Motorcycle registrations rose 53 percent in five years, highlighting the growing popularity of boda boda as a means of transport and source of income.
Official data shows that the National Transport and Safety Authority (NTSA) registered 285,203 motorcycles in 2021 compared to the 186,434 registered in 2017. During the review period, the highest growth was recorded between 2019 and 2020 when 36,603 motorcycles were registered.
Boda bodas continue to gain popularity among Kenyans because they are able to evade traffic and can access places where other traditional means of transport such as taxis and matatus cannot.
Increased demand for bikes has also attracted several companies that have set up assembly plants in Nairobi and Mombasa for imported completely-knocked-down units.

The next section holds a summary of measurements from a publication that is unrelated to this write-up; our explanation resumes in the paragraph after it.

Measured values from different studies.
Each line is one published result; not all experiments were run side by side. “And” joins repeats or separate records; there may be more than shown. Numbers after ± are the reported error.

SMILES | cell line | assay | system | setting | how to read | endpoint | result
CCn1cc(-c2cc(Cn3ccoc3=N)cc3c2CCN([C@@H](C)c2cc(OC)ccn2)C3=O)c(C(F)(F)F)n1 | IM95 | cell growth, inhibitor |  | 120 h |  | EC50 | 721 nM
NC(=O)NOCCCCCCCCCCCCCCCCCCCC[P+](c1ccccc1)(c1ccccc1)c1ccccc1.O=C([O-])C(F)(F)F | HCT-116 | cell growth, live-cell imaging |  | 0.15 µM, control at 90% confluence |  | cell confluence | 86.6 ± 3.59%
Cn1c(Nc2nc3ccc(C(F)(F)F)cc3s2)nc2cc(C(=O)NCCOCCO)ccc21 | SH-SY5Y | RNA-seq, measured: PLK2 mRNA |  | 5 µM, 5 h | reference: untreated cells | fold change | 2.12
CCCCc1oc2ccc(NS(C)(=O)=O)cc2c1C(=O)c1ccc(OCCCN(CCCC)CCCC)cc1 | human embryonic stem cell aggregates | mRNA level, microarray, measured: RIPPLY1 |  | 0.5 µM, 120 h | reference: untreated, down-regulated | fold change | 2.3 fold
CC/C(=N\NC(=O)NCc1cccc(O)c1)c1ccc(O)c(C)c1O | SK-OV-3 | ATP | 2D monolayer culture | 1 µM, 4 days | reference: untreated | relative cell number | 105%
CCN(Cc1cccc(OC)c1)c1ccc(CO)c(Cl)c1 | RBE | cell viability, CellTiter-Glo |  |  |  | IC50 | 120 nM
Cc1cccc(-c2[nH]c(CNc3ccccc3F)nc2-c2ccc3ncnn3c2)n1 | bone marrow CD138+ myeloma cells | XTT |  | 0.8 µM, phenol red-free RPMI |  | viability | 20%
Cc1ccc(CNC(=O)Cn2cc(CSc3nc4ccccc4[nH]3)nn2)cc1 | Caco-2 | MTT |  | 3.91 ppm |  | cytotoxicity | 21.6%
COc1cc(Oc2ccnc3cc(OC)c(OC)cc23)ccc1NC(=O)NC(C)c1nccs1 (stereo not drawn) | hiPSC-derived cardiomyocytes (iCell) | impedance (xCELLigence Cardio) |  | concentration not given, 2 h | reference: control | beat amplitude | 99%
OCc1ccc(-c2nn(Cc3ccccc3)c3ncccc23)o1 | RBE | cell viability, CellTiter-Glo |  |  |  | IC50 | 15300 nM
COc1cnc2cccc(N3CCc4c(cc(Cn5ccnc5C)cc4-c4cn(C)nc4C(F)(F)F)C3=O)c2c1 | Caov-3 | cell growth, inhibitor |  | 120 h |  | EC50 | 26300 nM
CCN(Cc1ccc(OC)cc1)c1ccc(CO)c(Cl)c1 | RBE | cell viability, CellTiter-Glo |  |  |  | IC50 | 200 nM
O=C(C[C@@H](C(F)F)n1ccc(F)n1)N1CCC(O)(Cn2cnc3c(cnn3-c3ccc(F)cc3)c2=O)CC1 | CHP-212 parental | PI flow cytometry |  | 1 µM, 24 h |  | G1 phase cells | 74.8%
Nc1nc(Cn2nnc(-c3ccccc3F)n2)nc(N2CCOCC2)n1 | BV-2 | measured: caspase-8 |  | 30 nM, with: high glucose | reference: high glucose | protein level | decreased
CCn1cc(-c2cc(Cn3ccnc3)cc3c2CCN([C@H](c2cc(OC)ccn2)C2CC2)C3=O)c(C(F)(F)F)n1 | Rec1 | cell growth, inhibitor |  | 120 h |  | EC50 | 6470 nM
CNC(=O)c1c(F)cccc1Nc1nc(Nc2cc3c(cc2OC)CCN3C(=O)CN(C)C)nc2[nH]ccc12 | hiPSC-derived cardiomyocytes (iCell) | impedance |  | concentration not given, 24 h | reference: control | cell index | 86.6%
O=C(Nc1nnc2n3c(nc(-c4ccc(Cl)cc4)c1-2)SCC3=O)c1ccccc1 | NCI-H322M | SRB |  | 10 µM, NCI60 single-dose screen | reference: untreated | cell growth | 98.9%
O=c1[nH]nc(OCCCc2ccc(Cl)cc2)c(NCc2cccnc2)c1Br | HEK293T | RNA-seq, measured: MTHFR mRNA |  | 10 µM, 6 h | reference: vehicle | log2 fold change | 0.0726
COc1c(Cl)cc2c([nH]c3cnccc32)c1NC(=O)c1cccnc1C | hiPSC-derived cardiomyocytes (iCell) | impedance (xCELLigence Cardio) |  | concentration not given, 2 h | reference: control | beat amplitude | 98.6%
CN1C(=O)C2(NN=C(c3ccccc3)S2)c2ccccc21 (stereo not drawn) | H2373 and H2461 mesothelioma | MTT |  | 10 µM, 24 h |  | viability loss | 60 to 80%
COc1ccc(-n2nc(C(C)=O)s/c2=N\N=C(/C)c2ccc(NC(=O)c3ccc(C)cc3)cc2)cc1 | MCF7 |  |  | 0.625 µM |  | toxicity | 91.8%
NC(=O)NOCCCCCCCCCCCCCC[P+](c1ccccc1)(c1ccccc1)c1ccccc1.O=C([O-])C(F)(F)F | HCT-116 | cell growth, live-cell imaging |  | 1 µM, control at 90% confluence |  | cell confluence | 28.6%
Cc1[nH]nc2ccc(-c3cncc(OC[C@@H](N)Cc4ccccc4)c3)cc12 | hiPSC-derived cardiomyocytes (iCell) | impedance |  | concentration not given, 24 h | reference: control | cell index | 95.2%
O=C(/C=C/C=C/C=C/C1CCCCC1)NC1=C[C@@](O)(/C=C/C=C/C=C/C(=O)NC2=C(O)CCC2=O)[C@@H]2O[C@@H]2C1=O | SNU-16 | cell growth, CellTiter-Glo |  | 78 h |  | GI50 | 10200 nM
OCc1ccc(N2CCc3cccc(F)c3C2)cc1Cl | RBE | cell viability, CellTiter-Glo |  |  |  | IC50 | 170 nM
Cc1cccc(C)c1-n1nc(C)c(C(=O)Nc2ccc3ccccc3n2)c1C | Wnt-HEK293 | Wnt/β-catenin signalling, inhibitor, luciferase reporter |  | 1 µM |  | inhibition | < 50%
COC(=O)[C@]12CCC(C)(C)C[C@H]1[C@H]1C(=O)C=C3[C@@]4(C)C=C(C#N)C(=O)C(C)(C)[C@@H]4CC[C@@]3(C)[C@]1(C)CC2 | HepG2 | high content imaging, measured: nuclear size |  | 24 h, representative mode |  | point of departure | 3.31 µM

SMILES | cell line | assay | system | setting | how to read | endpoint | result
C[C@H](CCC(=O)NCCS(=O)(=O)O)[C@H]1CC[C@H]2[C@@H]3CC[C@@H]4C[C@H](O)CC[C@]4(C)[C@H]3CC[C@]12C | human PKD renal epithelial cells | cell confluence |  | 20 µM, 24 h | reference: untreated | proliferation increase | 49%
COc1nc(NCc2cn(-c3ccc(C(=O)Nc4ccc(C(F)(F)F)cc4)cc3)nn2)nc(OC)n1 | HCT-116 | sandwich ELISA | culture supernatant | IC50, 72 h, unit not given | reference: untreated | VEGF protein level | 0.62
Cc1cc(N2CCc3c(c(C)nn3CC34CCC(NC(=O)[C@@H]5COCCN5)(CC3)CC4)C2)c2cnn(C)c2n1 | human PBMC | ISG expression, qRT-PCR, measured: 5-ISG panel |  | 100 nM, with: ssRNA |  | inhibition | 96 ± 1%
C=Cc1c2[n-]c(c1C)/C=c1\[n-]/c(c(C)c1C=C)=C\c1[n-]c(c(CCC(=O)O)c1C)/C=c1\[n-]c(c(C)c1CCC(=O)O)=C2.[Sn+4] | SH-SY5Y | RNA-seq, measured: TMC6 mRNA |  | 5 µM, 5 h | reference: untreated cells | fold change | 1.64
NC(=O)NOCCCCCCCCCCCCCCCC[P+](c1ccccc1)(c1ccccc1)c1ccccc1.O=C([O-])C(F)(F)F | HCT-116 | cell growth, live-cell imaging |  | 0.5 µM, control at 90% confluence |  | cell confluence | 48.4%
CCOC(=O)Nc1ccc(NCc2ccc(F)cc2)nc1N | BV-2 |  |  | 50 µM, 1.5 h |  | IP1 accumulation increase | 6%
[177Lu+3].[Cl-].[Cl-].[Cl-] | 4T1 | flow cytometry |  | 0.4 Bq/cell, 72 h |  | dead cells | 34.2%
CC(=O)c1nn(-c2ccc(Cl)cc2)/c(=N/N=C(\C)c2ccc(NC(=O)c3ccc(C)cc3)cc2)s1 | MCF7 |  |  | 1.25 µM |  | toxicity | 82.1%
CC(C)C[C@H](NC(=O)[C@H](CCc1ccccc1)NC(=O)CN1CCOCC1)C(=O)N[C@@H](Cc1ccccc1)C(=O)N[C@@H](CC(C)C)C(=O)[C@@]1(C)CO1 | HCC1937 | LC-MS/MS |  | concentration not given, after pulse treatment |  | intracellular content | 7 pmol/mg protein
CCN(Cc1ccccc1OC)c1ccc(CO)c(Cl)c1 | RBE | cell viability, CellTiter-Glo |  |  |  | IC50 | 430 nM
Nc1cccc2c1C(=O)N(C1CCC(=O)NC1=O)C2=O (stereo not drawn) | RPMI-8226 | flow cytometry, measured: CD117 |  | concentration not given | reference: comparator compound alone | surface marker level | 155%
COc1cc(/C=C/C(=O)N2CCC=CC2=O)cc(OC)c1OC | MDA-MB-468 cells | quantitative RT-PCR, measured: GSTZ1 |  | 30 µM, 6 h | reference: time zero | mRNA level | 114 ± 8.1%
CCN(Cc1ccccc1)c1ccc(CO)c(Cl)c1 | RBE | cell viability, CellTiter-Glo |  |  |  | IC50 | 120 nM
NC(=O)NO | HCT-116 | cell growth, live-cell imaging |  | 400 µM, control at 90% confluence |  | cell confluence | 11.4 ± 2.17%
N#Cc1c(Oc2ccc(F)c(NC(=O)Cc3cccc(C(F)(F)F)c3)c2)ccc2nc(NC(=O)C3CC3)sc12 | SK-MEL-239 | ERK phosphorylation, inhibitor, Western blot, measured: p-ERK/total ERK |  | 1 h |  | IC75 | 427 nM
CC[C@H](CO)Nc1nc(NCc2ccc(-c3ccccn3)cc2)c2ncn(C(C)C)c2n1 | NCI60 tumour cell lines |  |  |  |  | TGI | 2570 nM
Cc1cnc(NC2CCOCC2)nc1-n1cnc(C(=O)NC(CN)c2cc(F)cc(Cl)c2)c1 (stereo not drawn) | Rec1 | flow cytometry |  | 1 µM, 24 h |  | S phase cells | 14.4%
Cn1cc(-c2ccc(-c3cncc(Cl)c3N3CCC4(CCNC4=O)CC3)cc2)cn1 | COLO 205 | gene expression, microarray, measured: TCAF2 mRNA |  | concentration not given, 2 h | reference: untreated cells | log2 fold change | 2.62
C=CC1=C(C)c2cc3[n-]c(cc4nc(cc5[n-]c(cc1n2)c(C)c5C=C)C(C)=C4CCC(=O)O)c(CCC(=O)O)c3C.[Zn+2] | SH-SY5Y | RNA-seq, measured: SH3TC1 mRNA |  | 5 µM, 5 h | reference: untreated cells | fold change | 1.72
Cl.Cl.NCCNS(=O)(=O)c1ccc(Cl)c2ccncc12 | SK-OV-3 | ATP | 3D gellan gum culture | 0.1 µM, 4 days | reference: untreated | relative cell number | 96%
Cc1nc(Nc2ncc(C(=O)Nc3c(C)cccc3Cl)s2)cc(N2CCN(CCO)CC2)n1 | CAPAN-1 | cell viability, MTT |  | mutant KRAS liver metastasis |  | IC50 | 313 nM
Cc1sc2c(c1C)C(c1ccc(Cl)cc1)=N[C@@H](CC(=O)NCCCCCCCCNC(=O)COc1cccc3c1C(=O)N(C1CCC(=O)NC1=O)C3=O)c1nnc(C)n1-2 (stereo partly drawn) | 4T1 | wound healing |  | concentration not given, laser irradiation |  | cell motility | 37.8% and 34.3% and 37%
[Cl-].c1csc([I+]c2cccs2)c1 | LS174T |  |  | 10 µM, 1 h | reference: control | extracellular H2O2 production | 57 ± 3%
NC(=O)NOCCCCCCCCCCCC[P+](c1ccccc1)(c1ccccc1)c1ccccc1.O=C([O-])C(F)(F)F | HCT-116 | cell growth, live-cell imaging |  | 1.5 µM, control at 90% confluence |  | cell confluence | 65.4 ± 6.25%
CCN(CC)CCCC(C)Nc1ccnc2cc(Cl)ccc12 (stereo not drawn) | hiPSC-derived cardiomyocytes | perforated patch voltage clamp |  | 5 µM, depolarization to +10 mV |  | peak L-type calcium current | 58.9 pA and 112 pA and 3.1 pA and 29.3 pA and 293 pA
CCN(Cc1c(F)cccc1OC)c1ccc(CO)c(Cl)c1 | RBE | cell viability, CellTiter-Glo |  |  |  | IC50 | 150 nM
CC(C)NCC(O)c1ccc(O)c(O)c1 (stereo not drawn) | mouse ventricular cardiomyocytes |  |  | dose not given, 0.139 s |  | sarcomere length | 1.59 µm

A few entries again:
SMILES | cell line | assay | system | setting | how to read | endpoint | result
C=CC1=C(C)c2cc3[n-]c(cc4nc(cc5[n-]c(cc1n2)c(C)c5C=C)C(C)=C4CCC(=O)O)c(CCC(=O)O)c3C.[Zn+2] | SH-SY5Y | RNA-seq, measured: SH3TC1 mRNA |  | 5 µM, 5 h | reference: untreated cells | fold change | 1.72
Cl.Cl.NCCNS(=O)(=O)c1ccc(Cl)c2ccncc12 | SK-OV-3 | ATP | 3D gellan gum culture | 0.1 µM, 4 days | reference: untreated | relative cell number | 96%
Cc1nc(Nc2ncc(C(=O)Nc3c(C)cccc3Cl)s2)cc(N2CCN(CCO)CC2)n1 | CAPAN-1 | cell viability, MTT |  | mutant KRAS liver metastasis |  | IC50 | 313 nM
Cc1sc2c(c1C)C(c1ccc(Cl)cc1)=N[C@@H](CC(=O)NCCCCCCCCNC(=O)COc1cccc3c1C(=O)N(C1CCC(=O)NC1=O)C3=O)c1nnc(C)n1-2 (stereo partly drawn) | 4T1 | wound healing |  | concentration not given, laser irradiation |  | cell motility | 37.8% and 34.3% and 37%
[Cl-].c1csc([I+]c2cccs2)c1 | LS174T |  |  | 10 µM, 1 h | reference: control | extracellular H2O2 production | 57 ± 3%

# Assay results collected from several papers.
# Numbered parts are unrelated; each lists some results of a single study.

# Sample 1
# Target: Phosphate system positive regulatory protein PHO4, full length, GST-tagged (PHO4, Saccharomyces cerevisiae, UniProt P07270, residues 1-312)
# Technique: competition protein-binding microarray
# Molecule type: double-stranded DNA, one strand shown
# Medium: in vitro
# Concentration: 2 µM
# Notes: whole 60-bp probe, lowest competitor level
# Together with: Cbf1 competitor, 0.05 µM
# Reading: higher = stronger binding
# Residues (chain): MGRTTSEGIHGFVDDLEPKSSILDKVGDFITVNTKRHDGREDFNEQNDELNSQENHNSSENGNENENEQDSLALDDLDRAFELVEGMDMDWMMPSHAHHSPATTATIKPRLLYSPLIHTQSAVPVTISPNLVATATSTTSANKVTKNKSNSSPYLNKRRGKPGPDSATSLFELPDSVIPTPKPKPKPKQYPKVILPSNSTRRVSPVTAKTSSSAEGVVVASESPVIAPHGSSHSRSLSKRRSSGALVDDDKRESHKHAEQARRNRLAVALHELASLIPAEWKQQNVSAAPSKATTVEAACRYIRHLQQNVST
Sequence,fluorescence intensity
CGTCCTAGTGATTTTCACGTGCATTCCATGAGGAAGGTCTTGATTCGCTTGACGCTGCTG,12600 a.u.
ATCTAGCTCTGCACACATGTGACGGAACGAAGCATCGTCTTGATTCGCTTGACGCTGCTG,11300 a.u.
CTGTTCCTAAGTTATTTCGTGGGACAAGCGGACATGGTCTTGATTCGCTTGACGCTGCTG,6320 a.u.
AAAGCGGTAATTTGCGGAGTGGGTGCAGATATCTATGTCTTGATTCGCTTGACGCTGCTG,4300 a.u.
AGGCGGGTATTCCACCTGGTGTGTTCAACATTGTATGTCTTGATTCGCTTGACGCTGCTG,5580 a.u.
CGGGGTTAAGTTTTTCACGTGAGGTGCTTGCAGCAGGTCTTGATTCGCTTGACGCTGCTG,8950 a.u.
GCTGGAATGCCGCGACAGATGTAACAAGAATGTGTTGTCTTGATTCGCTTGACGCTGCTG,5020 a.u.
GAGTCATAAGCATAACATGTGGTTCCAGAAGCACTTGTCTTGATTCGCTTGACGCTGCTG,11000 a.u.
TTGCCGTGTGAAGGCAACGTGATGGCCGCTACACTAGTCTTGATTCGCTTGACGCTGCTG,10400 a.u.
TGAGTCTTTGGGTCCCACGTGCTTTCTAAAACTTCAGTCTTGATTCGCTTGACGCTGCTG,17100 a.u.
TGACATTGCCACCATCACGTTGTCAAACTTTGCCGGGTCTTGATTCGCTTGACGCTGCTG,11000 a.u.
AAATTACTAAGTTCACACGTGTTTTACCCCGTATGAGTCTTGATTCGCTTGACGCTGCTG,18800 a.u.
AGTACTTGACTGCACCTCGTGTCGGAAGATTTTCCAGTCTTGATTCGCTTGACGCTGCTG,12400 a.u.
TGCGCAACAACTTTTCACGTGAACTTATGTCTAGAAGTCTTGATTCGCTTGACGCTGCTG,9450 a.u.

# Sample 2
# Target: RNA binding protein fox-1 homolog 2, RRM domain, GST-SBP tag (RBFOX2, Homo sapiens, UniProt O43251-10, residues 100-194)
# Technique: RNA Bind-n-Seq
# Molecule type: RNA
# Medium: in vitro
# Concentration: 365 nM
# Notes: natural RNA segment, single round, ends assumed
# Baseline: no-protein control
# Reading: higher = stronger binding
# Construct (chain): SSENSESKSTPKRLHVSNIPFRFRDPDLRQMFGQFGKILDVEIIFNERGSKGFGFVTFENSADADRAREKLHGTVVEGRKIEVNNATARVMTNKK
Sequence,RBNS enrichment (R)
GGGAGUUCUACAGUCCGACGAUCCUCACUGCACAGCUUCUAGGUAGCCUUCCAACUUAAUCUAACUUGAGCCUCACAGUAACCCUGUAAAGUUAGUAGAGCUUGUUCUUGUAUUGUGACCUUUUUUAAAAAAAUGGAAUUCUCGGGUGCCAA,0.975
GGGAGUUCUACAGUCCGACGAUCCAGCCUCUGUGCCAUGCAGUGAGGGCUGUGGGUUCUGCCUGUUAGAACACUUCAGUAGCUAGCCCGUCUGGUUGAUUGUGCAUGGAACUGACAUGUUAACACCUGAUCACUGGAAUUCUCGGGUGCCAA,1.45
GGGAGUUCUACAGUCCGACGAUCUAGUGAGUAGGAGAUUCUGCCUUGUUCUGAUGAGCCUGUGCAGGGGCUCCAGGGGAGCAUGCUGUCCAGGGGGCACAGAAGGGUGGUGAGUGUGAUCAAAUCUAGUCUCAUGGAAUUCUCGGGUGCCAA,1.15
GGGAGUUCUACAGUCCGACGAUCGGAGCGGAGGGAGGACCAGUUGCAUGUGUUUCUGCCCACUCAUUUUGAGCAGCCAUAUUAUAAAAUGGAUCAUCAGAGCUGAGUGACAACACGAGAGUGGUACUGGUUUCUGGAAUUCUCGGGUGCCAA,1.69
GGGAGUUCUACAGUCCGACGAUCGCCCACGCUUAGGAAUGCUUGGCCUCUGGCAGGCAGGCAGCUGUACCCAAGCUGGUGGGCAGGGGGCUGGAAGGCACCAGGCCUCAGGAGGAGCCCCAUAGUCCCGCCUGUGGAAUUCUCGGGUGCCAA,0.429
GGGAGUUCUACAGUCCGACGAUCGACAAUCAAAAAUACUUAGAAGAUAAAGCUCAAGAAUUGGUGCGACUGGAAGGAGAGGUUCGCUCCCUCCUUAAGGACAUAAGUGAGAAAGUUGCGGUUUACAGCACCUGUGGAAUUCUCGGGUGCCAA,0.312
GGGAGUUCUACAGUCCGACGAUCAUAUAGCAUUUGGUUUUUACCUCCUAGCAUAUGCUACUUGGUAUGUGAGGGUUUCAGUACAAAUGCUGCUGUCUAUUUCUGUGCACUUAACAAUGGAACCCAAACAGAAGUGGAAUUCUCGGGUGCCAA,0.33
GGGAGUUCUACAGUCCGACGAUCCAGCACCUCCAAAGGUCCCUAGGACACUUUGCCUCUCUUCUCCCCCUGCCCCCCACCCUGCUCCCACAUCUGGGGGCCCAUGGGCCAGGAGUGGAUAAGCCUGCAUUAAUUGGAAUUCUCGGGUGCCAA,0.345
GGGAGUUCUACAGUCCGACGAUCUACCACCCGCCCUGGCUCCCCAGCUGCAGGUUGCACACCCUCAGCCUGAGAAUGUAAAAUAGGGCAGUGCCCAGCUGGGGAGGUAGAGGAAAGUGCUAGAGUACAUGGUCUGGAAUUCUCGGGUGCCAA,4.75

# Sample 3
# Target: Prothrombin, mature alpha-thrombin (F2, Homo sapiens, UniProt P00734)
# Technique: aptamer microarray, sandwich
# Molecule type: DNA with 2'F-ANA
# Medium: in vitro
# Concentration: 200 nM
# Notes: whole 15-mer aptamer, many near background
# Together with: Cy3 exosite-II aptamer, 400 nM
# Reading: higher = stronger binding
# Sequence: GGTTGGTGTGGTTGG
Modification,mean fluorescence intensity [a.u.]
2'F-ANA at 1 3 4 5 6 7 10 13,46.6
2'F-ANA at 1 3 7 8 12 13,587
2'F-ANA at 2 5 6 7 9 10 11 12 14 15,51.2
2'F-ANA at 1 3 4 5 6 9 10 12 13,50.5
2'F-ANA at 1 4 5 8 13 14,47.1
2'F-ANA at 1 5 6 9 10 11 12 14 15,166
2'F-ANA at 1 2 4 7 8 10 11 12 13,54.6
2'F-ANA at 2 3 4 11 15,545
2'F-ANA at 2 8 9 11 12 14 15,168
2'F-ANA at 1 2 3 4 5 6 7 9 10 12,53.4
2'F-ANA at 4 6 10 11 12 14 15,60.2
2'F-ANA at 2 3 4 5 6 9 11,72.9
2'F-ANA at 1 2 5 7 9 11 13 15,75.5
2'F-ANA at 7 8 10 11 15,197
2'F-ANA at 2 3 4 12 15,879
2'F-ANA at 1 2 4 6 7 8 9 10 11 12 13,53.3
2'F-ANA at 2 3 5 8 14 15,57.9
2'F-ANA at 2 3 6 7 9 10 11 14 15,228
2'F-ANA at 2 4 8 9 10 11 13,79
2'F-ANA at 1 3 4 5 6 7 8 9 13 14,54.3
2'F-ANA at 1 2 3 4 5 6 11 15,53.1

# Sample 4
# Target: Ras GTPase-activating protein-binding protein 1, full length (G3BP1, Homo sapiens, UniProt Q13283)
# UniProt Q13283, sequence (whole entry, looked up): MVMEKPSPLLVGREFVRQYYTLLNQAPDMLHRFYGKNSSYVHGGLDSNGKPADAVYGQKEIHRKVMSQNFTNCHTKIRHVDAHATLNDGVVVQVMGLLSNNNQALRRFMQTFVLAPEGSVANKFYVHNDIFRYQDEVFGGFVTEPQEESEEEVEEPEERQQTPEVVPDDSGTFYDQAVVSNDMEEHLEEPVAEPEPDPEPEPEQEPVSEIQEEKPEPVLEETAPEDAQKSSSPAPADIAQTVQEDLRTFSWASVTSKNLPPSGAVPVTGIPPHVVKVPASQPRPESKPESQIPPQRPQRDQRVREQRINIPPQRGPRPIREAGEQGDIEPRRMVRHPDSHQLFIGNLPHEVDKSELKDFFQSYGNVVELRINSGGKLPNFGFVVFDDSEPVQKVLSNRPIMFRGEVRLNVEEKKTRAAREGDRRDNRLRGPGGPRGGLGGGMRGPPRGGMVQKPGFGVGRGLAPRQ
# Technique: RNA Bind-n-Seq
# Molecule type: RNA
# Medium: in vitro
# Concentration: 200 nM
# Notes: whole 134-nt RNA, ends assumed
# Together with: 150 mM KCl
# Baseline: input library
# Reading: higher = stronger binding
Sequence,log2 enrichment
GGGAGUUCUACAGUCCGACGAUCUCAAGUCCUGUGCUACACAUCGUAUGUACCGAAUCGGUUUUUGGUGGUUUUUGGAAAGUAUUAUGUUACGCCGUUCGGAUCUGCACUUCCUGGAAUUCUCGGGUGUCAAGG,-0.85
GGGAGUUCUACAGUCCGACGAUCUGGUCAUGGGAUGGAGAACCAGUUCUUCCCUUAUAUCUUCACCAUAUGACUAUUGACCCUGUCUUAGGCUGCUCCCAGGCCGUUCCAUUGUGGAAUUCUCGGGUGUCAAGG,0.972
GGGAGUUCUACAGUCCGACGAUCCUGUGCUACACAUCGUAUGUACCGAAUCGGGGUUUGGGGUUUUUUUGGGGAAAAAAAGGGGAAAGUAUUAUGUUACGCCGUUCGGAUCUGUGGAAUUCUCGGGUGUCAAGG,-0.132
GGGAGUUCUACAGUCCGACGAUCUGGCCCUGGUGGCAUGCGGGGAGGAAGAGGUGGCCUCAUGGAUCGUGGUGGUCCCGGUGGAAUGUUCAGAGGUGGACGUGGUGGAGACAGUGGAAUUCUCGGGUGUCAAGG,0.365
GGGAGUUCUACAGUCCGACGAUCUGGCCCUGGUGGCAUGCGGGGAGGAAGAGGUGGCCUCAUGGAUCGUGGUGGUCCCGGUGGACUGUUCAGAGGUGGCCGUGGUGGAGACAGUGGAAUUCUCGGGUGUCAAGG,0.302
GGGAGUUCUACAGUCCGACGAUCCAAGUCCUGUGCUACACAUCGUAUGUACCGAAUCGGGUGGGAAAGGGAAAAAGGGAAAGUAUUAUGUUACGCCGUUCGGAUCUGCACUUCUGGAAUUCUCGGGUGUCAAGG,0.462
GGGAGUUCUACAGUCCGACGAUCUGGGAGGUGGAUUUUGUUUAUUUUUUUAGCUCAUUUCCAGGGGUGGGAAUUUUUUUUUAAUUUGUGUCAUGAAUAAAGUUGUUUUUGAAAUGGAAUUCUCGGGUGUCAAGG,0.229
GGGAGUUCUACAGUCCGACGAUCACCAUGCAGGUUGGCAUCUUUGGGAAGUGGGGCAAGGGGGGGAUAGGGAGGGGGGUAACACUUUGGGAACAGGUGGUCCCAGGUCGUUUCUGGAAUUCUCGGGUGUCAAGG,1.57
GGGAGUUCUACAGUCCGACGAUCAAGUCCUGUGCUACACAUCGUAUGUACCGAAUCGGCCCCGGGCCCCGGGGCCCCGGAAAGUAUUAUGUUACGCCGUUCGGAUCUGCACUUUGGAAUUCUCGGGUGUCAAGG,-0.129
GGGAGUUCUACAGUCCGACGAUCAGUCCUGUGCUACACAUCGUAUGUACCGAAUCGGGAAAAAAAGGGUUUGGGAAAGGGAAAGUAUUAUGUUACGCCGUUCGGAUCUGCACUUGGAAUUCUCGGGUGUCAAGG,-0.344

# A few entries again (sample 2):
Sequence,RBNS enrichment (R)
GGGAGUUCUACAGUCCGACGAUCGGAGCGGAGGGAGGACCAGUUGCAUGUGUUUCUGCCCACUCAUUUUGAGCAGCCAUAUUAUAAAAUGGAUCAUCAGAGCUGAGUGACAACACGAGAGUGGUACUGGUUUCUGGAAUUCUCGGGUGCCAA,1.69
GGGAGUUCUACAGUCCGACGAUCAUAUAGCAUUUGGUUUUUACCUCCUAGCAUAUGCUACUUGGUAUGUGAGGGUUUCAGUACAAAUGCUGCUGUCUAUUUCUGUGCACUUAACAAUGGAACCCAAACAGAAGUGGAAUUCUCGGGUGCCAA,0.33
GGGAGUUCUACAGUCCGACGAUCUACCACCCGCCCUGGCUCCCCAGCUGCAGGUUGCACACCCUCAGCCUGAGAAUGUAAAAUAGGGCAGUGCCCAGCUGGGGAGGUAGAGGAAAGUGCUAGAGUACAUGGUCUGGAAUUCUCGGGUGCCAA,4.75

Besides the popular TVS, other models on Kenyan roads are Japan’s Honda, Indian firm Bajaj’s brands such as Boxer, Toyota Kenya’s Yamaha as well as a myriad of low-cost Chinese brands.
A recent study by the listed firm Car & General (C&G) #ticker:CGEN , which sells motorcycles, their spare parts and other engineering equipment, shows that the boda boda sector supports six million livelihoods indirectly, which translates to about 10 percent of the country’s population.
The sector provides one million direct jobs for riders earning Sh1 billion daily, underlining its importance to Kenya’s economy.
Despite its importance, the sector has its dark side. In March this year, the government launched a countrywide crackdown on the boda boda operators over indiscipline.
The motorcycle business was put in the spotlight when some riders assaulted a female motorist on Nairobi’s Wangari Maathai Road, sparking widespread condemnation of the boda boda menace.